What I Did Not Hear from Pres. Adama Barrow

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Finally the president laid out his agenda before the parliament six months after taking office! While long overdue, yet it is necessary. However, the State f the Nation address is large on aims and ambitions but limited on targets and specifics. It did not show in any significant way that we are indeed on the path to system change. The speech mainly reported what has happened so far. And apart from the commission of enquiry and the panel to investigate past injustices, the rest of it merely reported on the usual operations of a government.

Usually in such speeches, the Secretary General asks ministries, departments and agencies to submit reports on their activities that go to make up the speech of the president. It is clear that this was what took place again hence one can see how various sectors reported on activities which are actually ongoing such as the 950 pit latrines built or distribution of vegetable seeds to farmers among others. These are actually ongoing activities.

This speech should indeed be more than that. It should have been huge on the specifics and targets in terms of effecting actual system change and progress. In order words, this speech should have focused more on the country’s strategic needs and the policy options to effect system change. Barrow must understand that he has until 2019 to deliver. He has inherited a broken statecraft that must be reconstructed. Hence strategy, specificity and targeting are critical.

For that matter the most significant part of the speech to me came under the section ‘Administration and Civil Service. ‘ The president said he “has tasked the Personnel Management Office to conduct a comprehensive nationwide staff audit for the entire civil service. This began on the 27th of March 2017.” This, to me is when I truly see policy and system change taking place. This is the very kind of strategy we expect in each and every sector if we are to ensure true system change and progress.
But beyond this, the civil service also needs a purely merit and results-based management system to avoid going back to the old attitudes. There must be a performance appraisal system and all civil servants must undergo the process to ensure performance and results and also determine promotions, trainings and other incentives. Without such actions, we cannot determine if indeed the reforming of the government machinery that he mentioned will truly happen.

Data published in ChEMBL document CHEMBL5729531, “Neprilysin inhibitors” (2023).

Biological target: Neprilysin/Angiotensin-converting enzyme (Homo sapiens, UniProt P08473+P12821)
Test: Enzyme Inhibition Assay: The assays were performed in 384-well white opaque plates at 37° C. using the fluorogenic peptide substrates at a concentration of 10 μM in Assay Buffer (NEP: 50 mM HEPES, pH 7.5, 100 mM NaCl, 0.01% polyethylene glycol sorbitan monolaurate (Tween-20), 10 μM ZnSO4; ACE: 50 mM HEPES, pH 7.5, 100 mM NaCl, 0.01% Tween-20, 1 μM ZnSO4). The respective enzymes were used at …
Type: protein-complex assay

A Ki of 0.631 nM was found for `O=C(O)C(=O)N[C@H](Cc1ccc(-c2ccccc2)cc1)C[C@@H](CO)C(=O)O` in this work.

Under Justice and Judiciary, we saw once again Barrow giving us feedback. But justice delivery is more than releasing prisoners and setting up commissions of enquiry? We need more information on how these criminal proceedings will unfold especially given the challenges with the NIA case. Apart from this case, numerous acts of violations and corruption of the former regime are in waiting to be addressed. How is Barrow going to deal with them? What about the victims that Barrow has not even met yet as a group? Is there any form of compensation for victims?

Not much on institutional reforms has been mentioned under the Information and Communications section. It is indeed welcoming that anti-media laws will be repealed and some media houses re-opened. But our media houses are beset by high taxes and high cost of input. There are no subsidies or subvention provided to them. Thus apart from the political repression of the past, the economic challenges the media face is the reason for the lack of an efficient and vibrant media environment. Incentives within media houses are hopelessly poor. Thus we need the government to bear these in mind and take actions to address to support the media. For that matter the president and his Minister of Information would do well to commission a study on the state of affairs within the media.

The issue of ICT was not mentioned at all, yet this is a major driver of the economy and change in our society. What is Barrow’s government going to do to ensure that there is widespread availability, affordability and use of quality Internet service? It is obvious that ICT promotes efficiency, professionalism and transparency in both the public and private sectors.